These Topics Are Definitely Going to Cause a Fight With Your Son

These Topics Are Definitely Going to Cause a Fight With Your Son

 

No one wants to fight with their kids. It is a terrible feeling that makes you feel like the bad parent you already fear yourself to be. But conflict is built into the very nature of the parent/child relationship. From the moment you bring them home from the hospital, they want to cry and load their diaper all night, while you just want to make it stop long enough for you to get some sleep. Though the issues change as they mature, the conflict, itself, doesn’t really go away until they are in their thirties, just like with your father, and his father before that. It is not a bad thing. It is just the nature of the beast.

But that doesn’t mean that the time you spend with your child will be characterized by unremitting misery. Quite the opposite. You will bond through your conflicts in ways you can hardly imagine right now. The conflict is necessary. Your child would grow up funny without them. They have to find their way in the world. And they also have to be guided every step of the way. There is tension between those two realities. Thus, the conflict.

It is a poor parenting choice to abdicate the responsibility to provide guidance at the expense of conflict avoidance. Your child will not thank you later. He will wonder why he is always in and out of jail, drug rehab, and failed relationships. You will wonder where you went wrong. If your future self could send you a message, it would be to not flench away from the inevitable conflict regarding these topics:

teenboy

Drugs and Alcohol

Tragically, so much of the conversation is about addiction and recovery. Don’t get me wrong. I’m ecstatic that addiction can be treated. Recovery is a family affair. Everyone has to own up to their part of the problem, and solution. This is a staple of traditional 12 step programs.

Many drug rehab programs have adopted those dynamic dozen lifestyle changes for drug addiction, and recovery of all types. It is not about placing blame and pointing fingers. It is about owning responsibility. As a 12 step-based young adult rehab clinic, Tuscon Transitional Living described a portion of their program:

The first workshop’s focus is surrender and the second workshop’s focus is sharing and amends. The entire family has an opportunity to address their behavior and responsibility in their relationship with each other.

These are positive things that can have a positive effect on the future prospects of an addict.

The unfortunate part is that so many young people get to this stage in the first place. Not enough emphasis is place on addiction prevention. That is where the hard talks come in. An attentive father is a child’s first, best hope for addiction prevention. Refusing to engage these conflict-riddled conversations early and often all but ensures that you will be engaging in the addiction recovery conversation somewhere down the road.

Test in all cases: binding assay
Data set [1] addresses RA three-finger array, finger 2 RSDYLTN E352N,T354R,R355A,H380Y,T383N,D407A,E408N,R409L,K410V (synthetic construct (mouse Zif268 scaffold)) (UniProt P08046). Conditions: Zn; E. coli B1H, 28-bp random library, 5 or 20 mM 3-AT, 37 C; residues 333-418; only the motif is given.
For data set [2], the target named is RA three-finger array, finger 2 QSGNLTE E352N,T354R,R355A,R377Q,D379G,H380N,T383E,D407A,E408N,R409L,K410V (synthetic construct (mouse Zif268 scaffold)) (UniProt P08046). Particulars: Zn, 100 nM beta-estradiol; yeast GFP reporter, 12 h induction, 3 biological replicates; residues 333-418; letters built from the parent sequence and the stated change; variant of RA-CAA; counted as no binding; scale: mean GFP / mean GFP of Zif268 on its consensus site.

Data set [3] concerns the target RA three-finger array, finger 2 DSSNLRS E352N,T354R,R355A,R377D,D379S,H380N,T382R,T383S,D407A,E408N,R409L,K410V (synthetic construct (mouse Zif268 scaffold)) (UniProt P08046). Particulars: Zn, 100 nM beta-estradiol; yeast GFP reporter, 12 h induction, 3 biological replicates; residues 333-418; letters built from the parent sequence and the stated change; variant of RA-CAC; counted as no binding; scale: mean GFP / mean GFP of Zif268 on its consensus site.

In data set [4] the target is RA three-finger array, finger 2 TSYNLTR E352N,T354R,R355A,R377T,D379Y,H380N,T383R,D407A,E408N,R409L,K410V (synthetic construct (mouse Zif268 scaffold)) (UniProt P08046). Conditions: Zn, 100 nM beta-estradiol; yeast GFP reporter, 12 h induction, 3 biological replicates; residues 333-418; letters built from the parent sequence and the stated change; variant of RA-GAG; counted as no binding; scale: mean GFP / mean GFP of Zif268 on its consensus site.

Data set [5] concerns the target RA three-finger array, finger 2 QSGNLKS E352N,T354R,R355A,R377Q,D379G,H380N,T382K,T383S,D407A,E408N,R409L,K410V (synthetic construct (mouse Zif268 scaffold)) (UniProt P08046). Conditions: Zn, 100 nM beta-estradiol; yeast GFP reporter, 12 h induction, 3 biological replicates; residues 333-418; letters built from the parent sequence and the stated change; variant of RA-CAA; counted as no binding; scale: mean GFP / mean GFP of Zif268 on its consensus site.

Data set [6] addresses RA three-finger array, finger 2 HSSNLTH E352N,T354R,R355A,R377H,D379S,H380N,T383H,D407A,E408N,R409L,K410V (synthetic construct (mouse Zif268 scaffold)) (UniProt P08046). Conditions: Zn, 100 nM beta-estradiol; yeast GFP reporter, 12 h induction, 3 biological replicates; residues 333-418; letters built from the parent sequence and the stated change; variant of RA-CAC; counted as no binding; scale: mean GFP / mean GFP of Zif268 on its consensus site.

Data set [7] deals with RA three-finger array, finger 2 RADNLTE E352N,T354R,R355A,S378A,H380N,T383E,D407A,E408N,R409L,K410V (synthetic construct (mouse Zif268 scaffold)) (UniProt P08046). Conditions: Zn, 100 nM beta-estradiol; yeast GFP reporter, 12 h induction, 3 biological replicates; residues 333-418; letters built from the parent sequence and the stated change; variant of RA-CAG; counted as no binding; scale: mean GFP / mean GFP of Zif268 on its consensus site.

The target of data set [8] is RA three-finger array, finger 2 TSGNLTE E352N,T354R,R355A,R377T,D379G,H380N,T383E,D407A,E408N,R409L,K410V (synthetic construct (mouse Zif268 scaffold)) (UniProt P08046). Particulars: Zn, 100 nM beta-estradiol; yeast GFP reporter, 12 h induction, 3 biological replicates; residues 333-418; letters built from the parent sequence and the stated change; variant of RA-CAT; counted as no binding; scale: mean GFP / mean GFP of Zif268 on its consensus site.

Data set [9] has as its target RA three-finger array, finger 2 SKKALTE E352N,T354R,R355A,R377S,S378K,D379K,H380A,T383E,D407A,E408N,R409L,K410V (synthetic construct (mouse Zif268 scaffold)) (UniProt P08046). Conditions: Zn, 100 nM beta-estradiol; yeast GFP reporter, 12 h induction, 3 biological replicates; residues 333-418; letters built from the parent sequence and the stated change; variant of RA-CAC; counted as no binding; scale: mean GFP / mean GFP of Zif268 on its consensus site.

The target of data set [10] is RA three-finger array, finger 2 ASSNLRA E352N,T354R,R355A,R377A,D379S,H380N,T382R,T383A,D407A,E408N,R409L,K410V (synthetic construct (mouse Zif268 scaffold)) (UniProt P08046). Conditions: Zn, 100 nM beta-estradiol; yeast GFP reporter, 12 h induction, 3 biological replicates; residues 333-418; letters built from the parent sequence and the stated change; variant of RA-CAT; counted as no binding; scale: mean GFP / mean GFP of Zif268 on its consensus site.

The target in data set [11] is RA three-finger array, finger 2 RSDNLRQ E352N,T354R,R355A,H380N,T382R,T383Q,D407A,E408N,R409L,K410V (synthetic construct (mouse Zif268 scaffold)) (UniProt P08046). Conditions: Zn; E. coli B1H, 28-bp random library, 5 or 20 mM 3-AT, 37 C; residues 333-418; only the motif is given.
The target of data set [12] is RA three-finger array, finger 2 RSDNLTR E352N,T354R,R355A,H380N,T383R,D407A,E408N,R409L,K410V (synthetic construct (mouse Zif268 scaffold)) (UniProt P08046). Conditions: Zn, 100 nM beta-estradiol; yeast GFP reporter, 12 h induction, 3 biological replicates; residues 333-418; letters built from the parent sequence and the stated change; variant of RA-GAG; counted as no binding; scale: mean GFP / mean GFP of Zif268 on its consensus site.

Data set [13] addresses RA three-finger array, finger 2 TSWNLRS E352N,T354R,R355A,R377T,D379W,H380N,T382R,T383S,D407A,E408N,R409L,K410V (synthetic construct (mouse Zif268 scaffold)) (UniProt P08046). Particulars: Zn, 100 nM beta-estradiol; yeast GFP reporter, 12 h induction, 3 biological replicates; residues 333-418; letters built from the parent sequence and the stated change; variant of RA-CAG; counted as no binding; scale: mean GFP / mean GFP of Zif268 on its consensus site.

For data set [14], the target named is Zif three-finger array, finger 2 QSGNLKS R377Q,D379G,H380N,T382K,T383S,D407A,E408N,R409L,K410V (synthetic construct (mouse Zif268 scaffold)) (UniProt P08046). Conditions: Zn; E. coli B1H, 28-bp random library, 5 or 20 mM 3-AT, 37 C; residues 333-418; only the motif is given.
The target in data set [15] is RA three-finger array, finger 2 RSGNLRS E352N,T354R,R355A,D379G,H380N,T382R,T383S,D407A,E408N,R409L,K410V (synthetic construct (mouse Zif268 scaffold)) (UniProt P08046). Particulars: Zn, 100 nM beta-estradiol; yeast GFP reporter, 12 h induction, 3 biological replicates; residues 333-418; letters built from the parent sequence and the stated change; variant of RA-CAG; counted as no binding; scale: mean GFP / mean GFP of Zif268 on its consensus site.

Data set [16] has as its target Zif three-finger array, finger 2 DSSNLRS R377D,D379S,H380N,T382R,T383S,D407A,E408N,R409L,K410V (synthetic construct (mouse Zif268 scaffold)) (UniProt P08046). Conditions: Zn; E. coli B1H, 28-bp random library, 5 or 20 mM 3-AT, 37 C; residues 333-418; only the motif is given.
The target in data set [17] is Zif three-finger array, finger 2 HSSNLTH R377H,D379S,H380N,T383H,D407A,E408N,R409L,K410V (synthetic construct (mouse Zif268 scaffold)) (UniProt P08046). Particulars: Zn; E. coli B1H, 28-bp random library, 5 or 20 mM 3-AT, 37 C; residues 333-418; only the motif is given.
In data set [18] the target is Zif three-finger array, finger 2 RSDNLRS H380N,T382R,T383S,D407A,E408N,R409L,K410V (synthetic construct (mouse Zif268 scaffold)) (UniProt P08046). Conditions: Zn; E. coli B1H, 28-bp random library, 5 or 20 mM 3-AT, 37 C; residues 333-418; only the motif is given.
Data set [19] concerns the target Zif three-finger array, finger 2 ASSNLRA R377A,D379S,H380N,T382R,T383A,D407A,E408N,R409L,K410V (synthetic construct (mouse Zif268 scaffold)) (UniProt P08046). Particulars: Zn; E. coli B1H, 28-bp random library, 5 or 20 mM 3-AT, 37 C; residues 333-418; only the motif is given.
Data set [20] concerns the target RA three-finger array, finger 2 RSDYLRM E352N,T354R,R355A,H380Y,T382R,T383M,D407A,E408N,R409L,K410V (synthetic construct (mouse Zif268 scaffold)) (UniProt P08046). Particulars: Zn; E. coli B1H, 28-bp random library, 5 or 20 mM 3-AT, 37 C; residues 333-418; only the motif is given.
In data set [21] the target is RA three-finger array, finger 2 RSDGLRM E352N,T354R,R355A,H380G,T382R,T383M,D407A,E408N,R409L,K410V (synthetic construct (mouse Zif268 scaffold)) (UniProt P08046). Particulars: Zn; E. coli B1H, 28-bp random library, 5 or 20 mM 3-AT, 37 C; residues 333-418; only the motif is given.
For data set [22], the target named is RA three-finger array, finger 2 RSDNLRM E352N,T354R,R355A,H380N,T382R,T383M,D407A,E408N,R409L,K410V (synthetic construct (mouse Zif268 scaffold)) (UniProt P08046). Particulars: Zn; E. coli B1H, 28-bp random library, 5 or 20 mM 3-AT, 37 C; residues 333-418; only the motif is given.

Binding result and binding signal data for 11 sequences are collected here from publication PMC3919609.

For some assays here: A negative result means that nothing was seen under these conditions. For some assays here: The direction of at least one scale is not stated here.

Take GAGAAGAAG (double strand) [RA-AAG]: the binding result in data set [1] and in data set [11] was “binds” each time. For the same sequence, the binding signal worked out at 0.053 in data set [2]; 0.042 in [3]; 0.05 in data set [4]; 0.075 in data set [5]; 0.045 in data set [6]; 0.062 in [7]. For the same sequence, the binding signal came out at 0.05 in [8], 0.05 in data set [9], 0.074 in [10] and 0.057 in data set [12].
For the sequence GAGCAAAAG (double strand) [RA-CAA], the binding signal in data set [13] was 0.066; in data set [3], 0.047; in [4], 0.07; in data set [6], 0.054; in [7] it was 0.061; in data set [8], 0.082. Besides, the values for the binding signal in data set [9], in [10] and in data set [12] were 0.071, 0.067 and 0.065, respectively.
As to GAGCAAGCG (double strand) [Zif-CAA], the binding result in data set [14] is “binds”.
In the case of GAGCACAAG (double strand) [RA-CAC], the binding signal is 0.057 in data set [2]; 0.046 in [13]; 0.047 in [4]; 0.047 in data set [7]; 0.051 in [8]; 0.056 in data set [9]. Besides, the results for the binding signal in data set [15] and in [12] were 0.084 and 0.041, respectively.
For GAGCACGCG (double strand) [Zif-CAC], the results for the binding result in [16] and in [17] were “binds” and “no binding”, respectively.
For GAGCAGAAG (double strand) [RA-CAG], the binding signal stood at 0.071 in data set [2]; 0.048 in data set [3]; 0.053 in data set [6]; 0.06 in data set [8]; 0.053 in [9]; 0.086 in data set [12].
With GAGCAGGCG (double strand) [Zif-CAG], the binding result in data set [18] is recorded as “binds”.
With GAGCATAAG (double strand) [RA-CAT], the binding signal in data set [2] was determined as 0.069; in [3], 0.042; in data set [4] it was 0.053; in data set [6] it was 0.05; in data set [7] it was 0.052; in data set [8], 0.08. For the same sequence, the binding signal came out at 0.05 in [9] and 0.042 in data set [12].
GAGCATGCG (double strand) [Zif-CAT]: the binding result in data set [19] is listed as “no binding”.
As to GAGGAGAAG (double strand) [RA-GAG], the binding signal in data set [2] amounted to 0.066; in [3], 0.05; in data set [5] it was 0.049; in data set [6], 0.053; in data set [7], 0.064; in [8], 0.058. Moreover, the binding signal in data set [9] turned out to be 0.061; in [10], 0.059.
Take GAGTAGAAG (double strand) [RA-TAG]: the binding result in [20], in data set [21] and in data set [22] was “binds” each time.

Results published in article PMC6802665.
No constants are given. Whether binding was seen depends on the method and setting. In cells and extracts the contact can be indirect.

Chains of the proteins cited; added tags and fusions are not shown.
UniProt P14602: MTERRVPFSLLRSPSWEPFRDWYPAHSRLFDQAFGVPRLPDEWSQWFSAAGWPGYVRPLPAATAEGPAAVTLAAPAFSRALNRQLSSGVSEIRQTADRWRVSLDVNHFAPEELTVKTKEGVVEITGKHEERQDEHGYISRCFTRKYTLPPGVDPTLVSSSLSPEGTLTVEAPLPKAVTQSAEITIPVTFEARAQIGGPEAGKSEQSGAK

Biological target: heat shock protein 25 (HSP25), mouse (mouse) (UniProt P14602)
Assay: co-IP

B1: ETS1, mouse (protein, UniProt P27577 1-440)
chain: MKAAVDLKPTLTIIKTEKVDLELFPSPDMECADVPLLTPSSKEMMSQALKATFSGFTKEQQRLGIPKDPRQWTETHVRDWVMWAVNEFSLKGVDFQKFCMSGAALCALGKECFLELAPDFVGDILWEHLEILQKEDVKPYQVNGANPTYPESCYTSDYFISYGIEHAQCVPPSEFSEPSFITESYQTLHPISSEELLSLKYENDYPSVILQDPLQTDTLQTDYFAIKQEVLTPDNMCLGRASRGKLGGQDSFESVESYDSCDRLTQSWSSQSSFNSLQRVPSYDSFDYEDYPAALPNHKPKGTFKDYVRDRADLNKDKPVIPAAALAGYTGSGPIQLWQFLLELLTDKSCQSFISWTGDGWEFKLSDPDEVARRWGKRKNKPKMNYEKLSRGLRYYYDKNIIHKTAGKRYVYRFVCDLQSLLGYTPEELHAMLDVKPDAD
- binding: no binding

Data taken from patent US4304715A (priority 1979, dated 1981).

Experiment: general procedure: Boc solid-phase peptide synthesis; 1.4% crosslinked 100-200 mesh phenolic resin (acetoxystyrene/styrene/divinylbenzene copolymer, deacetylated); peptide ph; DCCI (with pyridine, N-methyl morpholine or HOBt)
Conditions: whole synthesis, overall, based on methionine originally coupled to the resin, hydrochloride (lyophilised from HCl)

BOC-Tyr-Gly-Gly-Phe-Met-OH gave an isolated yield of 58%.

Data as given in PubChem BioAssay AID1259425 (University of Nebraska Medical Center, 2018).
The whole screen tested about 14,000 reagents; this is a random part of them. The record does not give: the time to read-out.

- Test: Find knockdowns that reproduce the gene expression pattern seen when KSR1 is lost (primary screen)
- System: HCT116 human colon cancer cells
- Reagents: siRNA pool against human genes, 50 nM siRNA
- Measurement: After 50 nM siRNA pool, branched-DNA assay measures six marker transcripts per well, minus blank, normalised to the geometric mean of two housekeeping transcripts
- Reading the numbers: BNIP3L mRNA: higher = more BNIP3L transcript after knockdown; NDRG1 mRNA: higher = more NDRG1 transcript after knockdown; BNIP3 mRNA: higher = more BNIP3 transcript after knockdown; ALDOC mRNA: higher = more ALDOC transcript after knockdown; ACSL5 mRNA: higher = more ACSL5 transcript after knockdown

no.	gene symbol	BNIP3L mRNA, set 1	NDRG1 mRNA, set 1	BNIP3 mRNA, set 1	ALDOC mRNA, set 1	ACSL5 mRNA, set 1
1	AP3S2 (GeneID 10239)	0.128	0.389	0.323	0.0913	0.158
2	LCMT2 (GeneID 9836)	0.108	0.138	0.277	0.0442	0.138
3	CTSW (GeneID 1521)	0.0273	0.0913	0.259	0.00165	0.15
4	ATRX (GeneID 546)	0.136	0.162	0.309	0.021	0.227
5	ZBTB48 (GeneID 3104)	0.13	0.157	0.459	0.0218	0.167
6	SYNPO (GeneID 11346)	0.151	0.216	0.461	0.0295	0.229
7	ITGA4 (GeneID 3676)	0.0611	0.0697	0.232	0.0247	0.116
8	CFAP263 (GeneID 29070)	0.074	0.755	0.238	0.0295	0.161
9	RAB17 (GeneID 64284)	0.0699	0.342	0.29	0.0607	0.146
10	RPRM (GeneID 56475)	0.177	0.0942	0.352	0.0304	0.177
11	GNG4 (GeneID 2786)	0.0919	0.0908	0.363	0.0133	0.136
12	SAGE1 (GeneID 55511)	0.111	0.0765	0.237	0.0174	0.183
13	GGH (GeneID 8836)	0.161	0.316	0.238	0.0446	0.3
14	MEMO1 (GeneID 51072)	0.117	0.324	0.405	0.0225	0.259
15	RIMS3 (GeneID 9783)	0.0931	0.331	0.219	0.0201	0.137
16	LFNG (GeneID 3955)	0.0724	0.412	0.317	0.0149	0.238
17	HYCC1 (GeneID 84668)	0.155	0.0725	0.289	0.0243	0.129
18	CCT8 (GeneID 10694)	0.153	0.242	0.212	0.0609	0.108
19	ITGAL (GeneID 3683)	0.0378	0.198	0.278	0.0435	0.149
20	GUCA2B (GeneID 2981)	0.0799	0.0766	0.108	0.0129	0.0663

Respect for Females

Tragically, and all too often, boys grow up as men who do not understand the basic, scientific truth: There is no biological difference between males and females that makes one more or less worthy of respect. Every boy starts life as a girl. Every penis starts out as a clitoris. This is an unyielding, fundamental, biological, human fact.

It is important that this fact is taught. Otherwise, the only reasons for cross-gender respect we have to offer are cultural. But cultural opinions change over time. Your opinion about women is different from your father’s, and so on. Treating a female differently based on size, physical strength, or appearance/desirability is just plain wrong. We are them, and they are us. And we are all just going to have to square with that.

Star Trek Vs. Star Wars

Finally, how many conflicts are over things that just don’t matter in the grand scheme of things? Probably, most of them. Teaching your child the difference between the two may itself be a matter of conflict. It is important that we raise our children to hold their opinions loosely, and give others the freedom to hold different opinions without it being a point of conflict. How many wars could have been avoided?

They call it hard love for a reason. It’s hard. But it’s also love.

…And by the way, Star Wars, of course.

Comments

  1. Yup… been there. But these conversations are so important. And, the more you remind them of things, the more they absorb it. They really ARE listening… even if they roll their eyes at you!

  2. courtney b says:

    aagghhhh I can’t wait for these topics with my son.. he’s only 2 right now so we’ve got a while, but always nice to get feedback early.

    Thank you Heather! xoxoxxo

  3. Sarah L says:

    Makes me glad I don’t have kids. Very good points in your article.

  4. Nicole Dziedzic says:

    Very important to talk to your kids about these topics, when I was growing up my parents never talked to us about any of these things, and I wish they would have, but now as a mom I can change that with my kids. Even at a young age it is important I think.

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